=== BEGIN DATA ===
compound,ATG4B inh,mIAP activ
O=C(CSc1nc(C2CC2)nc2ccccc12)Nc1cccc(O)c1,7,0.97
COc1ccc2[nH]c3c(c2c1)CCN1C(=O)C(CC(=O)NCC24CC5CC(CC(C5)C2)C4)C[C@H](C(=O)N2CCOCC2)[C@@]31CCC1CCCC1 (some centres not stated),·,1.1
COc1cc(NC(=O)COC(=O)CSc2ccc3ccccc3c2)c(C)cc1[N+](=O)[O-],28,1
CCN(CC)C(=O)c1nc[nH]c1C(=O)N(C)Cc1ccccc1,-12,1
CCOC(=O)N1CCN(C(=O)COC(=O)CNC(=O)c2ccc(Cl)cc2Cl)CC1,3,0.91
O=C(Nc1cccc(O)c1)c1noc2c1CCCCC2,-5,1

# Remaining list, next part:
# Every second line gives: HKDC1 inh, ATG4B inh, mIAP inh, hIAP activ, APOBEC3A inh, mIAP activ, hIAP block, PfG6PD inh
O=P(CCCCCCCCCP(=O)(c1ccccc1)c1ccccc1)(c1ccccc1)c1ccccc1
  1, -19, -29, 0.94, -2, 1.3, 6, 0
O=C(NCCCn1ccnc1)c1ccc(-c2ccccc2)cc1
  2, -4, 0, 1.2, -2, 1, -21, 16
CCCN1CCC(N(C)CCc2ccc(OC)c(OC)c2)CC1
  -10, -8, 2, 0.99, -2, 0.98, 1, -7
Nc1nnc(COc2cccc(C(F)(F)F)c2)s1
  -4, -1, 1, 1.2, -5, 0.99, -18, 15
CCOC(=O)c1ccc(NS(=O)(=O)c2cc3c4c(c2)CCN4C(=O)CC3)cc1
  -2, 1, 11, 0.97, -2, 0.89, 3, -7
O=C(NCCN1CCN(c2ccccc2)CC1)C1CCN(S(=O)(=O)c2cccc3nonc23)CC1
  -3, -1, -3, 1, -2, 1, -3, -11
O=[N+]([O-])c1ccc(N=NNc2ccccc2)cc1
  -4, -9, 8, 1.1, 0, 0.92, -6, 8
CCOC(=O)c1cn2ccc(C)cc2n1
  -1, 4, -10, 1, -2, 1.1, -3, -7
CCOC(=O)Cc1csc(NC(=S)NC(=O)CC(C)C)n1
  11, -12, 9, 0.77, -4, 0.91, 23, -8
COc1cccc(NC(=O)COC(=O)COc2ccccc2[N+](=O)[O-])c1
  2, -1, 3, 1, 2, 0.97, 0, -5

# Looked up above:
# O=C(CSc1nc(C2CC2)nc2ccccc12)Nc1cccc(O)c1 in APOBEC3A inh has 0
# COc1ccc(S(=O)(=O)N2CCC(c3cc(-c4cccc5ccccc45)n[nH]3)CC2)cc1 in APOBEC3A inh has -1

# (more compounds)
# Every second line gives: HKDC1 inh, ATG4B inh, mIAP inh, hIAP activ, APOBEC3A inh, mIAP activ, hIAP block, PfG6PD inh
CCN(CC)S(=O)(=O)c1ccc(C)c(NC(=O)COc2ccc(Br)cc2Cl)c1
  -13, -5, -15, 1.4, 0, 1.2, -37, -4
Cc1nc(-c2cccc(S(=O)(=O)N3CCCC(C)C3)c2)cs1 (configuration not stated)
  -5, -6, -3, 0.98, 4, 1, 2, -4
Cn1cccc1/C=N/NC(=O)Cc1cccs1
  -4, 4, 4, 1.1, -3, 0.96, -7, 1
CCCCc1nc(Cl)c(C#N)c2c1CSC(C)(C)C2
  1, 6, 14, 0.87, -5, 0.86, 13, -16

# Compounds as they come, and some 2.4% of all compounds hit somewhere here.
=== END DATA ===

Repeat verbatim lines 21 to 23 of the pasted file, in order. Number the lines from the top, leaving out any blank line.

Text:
  -3, -1, -3, 1, -2, 1, -3, -11
O=[N+]([O-])c1ccc(N=NNc2ccccc2)cc1
  -4, -9, 8, 1.1, 0, 0.92, -6, 8